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A recent and extensive, maybe I’d better say raging discussion about the difference between Leadership and Management in one of my LinkedIn groups, made me think about the expiration date of this 1977 theory started by Harvard Business School professor Abraham Zaleznik, and later on the ideas of professor John Kotter, who wrote the book “What Leaders Really do”, first published in 1990.
Kotter is saying that Leadership and Management, although complementary, are two completely different things with specific tasks and even more that people require specific capacities and potential to be successful in their role as either Manager or Leader. Being a great Leader as well as Manager therefore reserved for the happy few.
When I look at several posts of my fellow group members, and believe me, there were a lot, most of us tend to admire our leaders in a way. As if they are the charismatic chosen ones, the ones with the visionary ideas, the ones with the fearless personalities. Leadership is about people, guiding, inspiring, motivating, authenticity, integrity, strategy, proactivity, seeing the whole picture, dealing with change, future goals, passion, confidence, aspirations, admiration, awareness, natural instincts, empowerment, mission, …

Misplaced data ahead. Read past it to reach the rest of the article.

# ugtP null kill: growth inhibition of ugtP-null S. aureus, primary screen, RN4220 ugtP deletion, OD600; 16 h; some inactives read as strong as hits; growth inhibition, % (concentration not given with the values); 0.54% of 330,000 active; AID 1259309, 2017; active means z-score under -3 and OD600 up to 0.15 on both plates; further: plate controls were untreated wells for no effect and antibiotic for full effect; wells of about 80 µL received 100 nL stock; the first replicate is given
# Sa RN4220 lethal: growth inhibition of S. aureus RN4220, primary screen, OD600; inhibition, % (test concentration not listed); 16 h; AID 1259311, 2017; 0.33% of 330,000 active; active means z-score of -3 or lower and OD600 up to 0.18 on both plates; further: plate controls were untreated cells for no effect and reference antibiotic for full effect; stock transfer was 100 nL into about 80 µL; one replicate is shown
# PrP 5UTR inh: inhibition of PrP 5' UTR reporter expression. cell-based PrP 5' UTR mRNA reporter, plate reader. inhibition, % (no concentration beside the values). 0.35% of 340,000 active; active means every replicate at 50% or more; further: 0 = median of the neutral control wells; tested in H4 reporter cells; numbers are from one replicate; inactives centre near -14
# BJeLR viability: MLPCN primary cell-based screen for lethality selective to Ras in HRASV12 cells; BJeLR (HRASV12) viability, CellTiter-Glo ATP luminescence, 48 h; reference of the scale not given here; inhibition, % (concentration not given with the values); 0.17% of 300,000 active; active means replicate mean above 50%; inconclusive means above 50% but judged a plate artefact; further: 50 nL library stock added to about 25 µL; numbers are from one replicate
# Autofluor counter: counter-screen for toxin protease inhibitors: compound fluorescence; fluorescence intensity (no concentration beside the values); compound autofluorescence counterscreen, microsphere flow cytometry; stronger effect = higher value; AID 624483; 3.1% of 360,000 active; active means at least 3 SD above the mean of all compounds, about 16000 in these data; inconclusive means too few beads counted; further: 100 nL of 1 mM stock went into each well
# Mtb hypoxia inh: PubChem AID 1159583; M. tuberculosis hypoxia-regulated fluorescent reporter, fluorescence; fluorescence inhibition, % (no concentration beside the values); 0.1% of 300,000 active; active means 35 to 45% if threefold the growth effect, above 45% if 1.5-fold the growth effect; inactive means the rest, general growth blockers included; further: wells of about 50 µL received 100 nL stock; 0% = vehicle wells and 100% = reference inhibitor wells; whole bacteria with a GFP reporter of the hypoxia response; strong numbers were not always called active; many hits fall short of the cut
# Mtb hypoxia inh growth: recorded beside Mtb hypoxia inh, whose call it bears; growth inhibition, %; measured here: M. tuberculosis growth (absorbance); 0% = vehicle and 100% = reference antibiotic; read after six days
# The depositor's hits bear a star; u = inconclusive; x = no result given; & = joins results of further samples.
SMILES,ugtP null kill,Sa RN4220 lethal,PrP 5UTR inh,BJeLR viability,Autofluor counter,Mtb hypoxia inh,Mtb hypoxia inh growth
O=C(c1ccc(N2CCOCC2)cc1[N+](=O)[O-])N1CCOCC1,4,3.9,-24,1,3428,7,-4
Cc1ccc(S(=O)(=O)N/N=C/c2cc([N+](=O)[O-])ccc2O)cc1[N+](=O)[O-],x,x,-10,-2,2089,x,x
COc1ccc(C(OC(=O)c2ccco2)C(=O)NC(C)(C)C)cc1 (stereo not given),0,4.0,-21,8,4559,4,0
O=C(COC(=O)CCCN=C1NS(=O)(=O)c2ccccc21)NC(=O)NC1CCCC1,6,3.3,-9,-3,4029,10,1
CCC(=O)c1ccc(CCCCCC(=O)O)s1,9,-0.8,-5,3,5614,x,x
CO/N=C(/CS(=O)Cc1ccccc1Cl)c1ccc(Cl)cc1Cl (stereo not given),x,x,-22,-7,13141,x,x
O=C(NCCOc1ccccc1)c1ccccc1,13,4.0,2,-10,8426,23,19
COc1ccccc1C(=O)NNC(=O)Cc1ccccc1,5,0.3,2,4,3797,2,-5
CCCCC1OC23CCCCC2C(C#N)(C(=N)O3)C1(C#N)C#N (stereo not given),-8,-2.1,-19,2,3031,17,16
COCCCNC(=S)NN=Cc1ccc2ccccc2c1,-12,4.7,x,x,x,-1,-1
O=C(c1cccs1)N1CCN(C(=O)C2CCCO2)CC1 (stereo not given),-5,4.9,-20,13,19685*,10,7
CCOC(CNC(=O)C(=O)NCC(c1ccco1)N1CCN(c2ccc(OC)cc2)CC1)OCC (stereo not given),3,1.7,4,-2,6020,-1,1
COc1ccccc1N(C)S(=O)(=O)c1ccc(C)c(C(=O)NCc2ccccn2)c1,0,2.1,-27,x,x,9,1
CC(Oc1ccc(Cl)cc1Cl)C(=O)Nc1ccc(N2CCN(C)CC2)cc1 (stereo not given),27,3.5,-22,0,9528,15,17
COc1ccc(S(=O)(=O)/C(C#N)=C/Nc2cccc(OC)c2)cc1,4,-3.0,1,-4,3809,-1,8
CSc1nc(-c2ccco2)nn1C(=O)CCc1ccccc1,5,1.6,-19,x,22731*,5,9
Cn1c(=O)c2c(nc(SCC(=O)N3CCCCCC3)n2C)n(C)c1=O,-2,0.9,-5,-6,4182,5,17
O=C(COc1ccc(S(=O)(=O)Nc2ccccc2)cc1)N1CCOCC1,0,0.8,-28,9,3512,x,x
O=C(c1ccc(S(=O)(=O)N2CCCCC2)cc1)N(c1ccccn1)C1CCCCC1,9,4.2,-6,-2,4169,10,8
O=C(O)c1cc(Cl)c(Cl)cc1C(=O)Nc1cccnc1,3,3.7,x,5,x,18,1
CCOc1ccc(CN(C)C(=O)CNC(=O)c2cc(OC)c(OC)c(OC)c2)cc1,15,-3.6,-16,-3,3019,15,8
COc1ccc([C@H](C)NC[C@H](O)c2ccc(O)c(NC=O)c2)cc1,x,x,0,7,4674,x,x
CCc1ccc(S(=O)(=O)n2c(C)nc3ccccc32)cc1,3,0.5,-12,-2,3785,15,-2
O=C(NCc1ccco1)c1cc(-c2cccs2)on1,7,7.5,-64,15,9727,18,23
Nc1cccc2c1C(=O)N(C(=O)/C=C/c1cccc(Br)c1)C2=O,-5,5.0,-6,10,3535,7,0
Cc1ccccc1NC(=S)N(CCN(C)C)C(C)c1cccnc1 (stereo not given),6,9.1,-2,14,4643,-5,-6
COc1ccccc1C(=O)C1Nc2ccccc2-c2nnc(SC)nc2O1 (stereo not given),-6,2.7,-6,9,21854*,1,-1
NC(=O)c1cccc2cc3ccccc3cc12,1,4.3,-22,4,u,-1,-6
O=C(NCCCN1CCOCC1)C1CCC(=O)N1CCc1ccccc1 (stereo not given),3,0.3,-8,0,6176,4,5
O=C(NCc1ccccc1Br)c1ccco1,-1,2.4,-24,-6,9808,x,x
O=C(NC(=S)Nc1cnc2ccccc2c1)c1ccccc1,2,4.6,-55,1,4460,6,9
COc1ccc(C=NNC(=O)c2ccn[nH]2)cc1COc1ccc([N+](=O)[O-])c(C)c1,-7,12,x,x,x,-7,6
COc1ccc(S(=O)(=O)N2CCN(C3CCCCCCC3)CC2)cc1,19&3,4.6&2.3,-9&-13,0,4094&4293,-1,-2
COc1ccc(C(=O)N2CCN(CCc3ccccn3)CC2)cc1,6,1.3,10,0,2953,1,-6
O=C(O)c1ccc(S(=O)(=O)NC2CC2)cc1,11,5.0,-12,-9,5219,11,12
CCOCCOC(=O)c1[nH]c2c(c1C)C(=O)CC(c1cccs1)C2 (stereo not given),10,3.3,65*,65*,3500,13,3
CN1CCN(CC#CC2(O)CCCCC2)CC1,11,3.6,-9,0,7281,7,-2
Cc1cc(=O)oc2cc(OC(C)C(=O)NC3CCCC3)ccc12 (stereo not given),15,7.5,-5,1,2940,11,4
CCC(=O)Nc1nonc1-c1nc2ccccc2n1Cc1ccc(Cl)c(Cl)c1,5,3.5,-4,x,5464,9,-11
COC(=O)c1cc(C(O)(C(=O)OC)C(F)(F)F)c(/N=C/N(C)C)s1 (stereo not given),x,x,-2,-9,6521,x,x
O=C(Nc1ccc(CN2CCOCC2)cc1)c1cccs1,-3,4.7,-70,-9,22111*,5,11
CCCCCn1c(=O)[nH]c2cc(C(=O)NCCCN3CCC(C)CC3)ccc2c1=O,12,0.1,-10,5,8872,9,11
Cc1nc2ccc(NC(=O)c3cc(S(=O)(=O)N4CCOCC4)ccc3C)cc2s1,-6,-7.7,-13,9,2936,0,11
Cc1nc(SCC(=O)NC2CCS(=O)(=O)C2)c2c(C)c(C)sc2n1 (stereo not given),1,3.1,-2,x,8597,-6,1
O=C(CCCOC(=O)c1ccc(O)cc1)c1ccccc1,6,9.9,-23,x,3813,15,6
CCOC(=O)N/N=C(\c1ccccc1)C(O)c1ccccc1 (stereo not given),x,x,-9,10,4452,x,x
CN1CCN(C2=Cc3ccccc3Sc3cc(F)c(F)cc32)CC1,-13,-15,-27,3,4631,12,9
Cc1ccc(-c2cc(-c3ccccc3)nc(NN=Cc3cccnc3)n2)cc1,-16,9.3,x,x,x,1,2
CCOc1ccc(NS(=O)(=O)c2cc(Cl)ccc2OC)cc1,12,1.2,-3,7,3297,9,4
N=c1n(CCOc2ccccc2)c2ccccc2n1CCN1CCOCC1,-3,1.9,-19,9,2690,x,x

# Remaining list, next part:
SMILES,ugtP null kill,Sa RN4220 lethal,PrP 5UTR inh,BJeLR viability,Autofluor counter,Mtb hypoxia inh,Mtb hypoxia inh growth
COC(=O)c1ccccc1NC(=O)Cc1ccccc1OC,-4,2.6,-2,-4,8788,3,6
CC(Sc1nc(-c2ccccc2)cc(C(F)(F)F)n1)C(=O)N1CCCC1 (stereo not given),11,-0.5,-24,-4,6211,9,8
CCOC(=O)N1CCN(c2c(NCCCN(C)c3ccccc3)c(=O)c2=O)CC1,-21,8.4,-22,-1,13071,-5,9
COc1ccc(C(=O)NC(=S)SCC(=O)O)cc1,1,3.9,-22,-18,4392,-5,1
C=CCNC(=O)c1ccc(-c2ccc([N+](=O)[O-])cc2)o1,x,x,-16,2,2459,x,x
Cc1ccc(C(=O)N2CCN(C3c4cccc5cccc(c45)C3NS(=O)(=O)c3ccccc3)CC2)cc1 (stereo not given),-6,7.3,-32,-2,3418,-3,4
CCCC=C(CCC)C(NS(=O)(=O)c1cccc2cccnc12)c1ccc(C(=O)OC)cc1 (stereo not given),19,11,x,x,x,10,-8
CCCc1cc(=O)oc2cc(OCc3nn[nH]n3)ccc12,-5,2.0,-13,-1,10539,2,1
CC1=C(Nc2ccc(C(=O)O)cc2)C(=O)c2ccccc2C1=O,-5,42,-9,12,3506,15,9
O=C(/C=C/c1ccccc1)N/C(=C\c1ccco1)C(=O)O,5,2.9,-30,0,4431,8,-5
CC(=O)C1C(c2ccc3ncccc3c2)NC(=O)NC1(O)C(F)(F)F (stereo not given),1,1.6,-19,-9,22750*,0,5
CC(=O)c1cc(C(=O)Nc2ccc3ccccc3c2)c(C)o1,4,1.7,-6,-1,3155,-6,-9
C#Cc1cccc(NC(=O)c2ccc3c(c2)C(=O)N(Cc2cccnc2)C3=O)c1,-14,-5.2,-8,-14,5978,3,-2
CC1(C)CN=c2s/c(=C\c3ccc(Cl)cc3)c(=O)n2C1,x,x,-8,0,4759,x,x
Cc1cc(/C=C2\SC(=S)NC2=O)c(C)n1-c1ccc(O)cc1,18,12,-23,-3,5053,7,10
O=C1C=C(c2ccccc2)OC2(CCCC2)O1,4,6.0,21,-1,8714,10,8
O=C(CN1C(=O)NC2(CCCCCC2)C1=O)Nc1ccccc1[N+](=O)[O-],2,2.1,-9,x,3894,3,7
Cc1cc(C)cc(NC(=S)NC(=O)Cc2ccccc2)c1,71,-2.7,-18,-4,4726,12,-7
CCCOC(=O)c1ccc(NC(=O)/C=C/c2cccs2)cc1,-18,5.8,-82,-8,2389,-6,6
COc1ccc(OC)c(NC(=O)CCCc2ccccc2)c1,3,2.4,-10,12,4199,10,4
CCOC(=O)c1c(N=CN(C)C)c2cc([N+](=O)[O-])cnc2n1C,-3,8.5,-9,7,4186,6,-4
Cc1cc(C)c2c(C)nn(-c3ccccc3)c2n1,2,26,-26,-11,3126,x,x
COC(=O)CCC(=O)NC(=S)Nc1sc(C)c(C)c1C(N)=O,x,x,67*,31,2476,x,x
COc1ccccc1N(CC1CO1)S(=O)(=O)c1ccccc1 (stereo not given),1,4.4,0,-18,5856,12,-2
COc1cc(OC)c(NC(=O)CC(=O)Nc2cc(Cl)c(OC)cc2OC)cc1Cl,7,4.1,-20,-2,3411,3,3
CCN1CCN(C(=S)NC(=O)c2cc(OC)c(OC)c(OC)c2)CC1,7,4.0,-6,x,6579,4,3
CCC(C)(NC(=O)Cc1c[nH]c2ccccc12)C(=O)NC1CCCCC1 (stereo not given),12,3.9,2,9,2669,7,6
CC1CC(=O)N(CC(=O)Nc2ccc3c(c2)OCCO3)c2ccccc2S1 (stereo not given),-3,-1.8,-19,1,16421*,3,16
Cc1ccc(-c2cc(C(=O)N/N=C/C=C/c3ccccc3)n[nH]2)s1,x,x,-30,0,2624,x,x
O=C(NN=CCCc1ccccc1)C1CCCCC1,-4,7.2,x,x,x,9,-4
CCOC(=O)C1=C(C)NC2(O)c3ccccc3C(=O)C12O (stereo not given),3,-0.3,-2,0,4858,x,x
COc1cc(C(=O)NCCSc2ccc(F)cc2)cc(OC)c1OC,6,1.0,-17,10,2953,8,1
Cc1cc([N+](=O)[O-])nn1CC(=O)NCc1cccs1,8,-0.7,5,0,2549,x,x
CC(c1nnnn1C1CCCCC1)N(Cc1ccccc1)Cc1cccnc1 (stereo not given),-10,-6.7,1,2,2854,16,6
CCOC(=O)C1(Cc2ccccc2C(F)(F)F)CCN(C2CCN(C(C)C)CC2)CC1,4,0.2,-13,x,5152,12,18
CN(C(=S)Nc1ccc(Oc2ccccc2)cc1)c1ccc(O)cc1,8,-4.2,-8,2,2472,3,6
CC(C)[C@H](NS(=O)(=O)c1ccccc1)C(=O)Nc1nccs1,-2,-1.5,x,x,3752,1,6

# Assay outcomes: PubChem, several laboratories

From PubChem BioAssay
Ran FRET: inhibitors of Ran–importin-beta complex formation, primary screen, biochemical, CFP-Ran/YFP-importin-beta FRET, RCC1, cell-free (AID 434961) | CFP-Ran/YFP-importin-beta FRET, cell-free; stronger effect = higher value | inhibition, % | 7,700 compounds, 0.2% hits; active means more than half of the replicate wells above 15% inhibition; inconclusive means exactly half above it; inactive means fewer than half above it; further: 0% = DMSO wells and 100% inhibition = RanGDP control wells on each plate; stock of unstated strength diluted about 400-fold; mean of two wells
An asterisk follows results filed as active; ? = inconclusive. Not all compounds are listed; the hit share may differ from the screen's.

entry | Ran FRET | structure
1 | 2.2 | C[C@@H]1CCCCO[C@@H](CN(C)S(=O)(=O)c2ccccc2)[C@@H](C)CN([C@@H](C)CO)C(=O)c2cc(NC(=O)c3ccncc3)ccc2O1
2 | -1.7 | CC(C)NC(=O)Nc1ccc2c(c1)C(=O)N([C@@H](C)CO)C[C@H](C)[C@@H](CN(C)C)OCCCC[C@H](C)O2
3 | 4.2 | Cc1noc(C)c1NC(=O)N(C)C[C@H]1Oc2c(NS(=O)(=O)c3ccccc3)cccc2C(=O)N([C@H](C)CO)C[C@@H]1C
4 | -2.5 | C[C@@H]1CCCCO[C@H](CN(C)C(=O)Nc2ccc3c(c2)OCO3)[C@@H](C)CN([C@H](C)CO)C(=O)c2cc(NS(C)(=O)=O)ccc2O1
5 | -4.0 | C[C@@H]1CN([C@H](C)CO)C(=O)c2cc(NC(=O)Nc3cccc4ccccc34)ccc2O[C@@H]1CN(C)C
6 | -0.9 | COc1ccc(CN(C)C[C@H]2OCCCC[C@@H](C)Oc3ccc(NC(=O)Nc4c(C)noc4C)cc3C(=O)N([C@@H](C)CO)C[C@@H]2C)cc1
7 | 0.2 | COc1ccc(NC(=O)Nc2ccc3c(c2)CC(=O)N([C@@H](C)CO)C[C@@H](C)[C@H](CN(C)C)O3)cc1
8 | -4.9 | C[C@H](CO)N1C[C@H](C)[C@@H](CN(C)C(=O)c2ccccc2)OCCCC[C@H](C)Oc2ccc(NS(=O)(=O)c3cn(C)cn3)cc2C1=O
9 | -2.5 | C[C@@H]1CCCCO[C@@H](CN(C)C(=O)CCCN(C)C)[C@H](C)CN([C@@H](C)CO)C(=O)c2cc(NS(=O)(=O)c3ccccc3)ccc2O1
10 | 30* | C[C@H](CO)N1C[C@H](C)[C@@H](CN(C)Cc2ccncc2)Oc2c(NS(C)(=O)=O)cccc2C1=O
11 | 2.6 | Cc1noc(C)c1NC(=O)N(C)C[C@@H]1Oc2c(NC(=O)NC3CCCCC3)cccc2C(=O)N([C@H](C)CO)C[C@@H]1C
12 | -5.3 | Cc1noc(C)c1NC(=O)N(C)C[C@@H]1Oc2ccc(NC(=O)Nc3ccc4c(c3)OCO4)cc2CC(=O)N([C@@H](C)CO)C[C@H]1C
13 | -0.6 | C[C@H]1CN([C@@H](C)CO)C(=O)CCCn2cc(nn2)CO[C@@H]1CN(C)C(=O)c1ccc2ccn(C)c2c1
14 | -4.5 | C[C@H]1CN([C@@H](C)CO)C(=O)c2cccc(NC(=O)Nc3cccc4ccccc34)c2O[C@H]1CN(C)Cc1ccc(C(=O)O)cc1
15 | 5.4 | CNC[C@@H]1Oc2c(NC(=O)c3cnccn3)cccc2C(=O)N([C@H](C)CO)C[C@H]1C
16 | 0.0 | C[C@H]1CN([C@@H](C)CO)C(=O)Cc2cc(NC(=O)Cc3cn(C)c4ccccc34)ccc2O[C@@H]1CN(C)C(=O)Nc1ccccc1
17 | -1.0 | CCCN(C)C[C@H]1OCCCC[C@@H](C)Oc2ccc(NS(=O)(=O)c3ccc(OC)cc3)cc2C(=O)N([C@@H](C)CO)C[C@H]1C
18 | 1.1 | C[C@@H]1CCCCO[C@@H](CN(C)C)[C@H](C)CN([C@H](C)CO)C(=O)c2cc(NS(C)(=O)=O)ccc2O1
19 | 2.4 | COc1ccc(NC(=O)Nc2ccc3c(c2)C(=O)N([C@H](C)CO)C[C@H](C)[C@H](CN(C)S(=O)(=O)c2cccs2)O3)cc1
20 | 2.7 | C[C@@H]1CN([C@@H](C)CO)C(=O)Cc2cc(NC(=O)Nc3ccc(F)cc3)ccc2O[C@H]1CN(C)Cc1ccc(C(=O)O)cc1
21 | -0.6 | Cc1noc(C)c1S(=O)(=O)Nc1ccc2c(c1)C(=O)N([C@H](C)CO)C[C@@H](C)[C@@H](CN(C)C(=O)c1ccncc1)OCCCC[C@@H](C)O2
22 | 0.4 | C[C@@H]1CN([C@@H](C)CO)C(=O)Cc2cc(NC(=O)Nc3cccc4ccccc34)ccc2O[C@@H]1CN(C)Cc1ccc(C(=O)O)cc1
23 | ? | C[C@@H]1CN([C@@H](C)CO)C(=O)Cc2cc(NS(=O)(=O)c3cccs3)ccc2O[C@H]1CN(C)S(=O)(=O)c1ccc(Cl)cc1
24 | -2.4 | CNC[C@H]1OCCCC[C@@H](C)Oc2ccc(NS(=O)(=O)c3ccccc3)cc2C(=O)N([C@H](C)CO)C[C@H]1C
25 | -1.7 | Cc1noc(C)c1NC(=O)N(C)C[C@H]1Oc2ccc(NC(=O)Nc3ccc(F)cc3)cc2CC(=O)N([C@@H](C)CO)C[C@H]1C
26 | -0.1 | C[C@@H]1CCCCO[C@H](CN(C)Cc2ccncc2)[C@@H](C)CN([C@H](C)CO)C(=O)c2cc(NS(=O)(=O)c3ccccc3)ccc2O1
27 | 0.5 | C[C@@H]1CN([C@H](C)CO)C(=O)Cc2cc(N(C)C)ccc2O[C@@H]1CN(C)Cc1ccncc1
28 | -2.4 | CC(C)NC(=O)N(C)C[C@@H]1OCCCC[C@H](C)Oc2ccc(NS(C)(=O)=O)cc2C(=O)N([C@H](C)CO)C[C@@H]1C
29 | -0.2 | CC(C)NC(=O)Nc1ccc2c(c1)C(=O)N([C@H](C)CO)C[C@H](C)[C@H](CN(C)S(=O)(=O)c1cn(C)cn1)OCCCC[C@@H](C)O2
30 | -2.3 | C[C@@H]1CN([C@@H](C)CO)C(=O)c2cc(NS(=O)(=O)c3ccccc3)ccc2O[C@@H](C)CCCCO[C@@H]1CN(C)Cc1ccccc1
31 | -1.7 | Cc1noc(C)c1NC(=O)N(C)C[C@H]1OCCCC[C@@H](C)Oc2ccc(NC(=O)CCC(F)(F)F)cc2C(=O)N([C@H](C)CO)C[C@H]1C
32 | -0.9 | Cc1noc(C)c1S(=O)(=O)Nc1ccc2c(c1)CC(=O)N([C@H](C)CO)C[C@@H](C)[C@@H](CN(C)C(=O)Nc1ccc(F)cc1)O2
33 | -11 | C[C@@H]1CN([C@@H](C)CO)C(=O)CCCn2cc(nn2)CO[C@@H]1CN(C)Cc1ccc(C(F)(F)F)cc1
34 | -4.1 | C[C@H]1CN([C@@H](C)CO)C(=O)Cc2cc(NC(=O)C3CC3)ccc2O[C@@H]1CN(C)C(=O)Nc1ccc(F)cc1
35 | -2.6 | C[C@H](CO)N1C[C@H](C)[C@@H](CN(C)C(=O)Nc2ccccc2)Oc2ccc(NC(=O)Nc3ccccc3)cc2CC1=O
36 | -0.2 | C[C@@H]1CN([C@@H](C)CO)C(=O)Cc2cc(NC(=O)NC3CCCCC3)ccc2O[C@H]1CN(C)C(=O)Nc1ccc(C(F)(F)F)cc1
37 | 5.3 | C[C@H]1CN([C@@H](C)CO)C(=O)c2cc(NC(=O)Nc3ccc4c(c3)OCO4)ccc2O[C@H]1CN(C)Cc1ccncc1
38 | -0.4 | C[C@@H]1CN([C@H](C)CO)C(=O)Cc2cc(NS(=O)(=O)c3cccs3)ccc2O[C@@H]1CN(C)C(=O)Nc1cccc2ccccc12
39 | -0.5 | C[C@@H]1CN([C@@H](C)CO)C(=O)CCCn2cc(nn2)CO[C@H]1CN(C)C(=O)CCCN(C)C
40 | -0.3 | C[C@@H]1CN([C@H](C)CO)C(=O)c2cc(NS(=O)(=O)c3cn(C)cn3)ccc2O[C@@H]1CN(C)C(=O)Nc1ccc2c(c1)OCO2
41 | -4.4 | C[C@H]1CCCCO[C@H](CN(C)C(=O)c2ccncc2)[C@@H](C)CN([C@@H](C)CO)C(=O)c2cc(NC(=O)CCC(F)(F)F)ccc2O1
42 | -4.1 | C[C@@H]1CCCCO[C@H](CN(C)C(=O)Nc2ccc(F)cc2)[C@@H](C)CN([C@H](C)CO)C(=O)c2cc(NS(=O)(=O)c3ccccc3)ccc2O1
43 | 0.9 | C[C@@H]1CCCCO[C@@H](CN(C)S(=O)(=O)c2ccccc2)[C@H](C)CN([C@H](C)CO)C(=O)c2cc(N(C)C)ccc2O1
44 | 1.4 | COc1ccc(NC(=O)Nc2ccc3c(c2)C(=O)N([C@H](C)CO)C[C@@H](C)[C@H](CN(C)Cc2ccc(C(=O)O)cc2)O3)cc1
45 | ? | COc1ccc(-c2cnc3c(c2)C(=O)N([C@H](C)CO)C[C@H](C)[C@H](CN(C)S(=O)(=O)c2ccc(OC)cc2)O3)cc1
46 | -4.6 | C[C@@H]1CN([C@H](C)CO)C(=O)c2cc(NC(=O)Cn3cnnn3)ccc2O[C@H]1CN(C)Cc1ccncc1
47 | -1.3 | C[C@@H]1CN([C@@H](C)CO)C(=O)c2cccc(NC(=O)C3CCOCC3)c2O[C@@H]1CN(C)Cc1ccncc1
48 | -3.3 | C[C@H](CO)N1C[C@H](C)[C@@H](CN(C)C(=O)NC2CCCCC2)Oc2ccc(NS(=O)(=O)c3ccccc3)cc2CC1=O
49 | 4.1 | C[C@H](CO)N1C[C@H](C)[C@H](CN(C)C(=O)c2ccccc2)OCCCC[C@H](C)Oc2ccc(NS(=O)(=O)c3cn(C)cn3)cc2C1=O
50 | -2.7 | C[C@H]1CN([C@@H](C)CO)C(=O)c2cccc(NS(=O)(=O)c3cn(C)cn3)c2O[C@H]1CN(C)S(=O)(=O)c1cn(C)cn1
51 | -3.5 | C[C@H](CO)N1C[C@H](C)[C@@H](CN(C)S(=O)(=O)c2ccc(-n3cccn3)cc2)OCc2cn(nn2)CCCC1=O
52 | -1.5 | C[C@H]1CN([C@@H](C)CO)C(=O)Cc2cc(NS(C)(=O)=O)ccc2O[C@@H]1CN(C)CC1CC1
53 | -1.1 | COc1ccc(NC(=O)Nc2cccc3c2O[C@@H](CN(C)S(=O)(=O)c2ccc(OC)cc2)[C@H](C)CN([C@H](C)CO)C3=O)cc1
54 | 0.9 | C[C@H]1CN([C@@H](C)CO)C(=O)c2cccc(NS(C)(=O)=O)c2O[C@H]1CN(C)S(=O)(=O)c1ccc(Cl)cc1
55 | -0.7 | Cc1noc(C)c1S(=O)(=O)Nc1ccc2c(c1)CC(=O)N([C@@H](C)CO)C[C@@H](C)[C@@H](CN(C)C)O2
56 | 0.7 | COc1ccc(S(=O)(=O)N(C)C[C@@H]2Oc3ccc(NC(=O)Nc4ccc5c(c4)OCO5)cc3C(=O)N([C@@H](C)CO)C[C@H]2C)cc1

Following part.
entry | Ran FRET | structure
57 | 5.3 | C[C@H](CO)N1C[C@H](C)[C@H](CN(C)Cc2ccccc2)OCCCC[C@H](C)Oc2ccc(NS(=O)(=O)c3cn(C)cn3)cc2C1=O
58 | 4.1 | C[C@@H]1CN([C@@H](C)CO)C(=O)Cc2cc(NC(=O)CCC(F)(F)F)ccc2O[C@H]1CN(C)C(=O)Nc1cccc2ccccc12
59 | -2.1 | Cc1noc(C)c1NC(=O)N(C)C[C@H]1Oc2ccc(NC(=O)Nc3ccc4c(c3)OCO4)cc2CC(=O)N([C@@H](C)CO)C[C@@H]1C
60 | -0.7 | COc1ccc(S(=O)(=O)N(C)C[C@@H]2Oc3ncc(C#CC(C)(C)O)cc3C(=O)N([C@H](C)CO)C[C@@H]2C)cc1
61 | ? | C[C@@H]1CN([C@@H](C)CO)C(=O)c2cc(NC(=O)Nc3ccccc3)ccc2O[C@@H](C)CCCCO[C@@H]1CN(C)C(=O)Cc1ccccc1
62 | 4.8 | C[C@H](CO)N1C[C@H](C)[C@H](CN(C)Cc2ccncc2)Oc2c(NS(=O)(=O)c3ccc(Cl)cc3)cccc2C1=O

On the other hand, we talk about Management as in assets, operations, processes, controlling, tasks, assignments, resources, tactics, planning, reactivity, seeing only parts of the picture, performance, problem solving, coordination, planning, budgeting, organizing, dealing with complexity, developing, instructions, authority, …
But in todays organizations, don’t you expect every single one within your organization to take a leading role within his or her circle of influence? And don’t we all have to “Lead” our own teams to have them reach our company goals and maybe even prevent them from leaving not only their Managers but especially their Leaders? Do you expect your management team to be good at Managing not only their business, but also at Leading their people? And what about mission statements that say “Lead by example” throughout the entire organization?
Along with some of those fellow LinkedIn group members, I do start to wonder if the whole “Leading” philosophy hasn’t been over-commercialised. Be honest, wouldn’t you invest more in a “Leadership program” than let’s say in a “Management development program”? Maybe we should upgrade the word Management again and trust those positions to people that know how to combine both Leadership and Management?
Questions or remarks? Feel free to comment!
Sofie Varrewaere is the founder of BigFish4.me. After studying a Master in Psychological and Pedagogical Sciences, she ogled into the magical world of Recruitment, Selection and HR Services. Working for the world leader in HR, she has always been in an advisory role in relation to the larger goals of several multinational organizations. In 2013 she started her own company in International executive Coaching. Doing what she is good at, challenging others as well as herself.